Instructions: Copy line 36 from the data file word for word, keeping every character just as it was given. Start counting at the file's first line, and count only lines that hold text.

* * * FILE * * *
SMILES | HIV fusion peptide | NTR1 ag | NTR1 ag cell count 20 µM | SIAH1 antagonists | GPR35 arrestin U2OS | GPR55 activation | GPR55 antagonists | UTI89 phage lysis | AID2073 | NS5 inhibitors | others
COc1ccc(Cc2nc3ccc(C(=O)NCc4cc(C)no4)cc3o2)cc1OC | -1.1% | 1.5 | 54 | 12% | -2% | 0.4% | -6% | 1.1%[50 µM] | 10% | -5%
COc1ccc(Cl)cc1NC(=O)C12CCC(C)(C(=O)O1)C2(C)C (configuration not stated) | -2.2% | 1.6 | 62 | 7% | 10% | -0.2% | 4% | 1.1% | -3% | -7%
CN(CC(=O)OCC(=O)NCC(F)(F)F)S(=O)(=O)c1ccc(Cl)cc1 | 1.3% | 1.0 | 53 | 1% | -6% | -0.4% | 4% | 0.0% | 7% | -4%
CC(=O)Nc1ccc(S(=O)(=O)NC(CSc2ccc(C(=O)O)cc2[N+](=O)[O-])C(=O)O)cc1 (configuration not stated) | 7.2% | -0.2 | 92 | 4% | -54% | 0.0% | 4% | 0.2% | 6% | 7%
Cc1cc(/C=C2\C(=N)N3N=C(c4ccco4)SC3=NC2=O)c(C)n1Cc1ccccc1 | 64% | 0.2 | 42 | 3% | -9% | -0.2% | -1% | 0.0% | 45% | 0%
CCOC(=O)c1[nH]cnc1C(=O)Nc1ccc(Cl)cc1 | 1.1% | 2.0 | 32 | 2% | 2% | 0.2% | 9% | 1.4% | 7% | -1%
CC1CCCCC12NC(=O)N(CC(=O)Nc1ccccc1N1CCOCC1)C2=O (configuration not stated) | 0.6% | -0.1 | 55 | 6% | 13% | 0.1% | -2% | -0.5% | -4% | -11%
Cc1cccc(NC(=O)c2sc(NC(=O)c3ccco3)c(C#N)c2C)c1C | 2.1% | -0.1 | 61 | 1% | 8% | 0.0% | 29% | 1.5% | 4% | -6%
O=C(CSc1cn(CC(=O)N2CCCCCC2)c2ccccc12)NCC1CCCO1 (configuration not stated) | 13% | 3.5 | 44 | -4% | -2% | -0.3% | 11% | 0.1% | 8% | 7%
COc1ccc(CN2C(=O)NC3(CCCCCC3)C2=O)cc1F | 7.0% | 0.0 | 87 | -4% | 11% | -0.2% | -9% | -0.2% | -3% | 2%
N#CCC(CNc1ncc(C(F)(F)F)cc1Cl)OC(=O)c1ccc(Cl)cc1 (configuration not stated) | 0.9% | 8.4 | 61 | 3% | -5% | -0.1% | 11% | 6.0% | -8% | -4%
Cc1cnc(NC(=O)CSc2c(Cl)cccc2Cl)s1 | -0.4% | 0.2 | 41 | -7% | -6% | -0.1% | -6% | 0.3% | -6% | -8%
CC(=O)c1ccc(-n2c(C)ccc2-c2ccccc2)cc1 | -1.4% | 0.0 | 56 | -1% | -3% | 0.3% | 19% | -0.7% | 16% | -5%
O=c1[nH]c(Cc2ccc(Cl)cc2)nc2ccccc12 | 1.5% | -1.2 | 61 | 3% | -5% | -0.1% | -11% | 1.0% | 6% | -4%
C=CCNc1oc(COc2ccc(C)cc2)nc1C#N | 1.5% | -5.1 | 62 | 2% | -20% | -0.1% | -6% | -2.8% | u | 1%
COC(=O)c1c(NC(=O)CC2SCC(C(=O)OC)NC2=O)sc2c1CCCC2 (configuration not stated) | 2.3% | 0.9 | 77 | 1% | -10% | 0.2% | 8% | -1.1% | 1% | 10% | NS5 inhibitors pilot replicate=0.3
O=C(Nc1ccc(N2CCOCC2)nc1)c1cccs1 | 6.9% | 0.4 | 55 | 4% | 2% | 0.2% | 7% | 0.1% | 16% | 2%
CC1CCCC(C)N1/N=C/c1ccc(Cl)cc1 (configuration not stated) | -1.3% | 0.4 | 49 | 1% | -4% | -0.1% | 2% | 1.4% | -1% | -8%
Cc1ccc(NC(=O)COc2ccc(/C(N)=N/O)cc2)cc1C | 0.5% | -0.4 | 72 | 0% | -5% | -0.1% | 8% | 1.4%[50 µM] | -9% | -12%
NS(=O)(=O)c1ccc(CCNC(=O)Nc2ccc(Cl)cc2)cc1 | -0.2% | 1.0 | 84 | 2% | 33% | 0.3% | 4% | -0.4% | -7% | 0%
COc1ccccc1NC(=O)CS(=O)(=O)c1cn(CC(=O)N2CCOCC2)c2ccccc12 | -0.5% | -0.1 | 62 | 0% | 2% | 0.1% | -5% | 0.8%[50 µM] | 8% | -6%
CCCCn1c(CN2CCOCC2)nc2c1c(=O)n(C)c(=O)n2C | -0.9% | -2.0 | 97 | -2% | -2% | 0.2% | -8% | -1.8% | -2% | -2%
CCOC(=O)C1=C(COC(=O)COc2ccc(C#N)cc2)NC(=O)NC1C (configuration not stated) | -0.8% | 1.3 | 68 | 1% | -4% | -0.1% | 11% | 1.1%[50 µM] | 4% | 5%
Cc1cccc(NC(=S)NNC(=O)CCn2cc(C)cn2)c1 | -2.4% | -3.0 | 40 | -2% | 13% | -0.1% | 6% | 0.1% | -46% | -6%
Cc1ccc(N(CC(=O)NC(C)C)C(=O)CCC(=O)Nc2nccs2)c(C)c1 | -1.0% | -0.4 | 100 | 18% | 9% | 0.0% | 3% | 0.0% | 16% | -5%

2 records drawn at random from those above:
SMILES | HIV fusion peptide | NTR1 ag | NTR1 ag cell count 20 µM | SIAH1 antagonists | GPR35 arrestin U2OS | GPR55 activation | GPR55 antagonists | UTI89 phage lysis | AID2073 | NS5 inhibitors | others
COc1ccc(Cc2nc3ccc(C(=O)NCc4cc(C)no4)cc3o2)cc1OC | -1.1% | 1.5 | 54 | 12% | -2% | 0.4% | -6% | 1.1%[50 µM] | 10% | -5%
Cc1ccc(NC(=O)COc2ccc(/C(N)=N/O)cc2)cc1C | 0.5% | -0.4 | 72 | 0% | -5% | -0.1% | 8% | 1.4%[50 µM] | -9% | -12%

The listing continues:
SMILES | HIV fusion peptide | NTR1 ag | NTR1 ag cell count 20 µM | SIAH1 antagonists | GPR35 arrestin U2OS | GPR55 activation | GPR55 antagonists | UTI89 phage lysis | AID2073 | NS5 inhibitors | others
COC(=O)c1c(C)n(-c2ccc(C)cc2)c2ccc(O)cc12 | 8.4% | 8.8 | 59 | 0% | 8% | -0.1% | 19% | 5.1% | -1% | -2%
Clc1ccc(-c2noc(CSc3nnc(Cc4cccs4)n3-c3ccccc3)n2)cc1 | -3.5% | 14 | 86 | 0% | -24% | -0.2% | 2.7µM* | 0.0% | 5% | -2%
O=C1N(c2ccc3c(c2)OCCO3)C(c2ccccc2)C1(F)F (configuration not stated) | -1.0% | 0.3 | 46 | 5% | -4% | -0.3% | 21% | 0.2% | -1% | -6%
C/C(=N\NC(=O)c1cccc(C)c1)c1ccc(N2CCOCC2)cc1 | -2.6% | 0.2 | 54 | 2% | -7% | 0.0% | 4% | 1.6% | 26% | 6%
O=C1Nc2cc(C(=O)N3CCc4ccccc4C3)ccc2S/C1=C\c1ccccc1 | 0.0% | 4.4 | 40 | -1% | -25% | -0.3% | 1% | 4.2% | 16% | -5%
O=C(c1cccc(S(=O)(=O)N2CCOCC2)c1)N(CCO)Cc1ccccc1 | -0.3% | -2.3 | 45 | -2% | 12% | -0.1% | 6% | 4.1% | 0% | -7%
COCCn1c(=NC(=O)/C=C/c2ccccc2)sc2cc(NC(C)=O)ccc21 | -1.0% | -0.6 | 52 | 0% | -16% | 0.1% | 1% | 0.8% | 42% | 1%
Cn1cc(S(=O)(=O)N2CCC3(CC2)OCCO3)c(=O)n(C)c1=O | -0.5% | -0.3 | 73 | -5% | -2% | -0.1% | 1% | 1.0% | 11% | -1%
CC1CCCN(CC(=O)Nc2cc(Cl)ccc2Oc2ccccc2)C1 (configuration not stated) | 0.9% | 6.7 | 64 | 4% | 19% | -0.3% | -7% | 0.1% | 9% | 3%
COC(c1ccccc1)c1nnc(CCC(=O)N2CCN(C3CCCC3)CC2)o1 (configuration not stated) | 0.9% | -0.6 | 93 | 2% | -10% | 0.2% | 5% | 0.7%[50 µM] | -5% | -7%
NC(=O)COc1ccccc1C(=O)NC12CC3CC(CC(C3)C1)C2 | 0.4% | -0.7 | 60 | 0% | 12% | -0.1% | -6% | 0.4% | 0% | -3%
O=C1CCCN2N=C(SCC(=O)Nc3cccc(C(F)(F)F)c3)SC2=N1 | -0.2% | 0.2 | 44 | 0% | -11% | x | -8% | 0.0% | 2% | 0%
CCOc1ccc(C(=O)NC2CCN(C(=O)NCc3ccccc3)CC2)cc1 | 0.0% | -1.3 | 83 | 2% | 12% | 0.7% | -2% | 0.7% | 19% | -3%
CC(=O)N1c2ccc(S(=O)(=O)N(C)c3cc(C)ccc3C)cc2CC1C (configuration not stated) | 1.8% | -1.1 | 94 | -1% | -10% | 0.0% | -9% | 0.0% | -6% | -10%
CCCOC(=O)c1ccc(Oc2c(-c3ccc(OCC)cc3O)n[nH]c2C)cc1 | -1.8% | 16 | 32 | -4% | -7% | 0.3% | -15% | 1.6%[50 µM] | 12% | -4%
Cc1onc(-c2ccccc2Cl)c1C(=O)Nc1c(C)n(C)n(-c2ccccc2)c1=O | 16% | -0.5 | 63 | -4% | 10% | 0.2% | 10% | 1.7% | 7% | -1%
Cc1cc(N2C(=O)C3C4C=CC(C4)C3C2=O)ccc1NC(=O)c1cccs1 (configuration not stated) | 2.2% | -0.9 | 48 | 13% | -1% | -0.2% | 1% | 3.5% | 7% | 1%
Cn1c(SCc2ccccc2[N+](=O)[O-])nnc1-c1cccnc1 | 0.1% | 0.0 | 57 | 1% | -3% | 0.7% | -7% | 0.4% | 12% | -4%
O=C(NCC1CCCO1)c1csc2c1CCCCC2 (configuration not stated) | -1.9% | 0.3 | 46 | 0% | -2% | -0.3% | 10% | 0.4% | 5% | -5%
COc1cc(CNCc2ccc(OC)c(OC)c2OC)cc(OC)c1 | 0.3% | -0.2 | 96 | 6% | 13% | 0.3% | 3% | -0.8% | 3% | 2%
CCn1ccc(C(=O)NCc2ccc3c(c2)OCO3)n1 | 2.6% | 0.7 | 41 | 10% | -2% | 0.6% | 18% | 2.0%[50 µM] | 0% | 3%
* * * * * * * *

C/C(=N\NC(=O)c1cccc(C)c1)c1ccc(N2CCOCC2)cc1 | -2.6% | 0.2 | 54 | 2% | -7% | 0.0% | 4% | 1.6% | 26% | 6%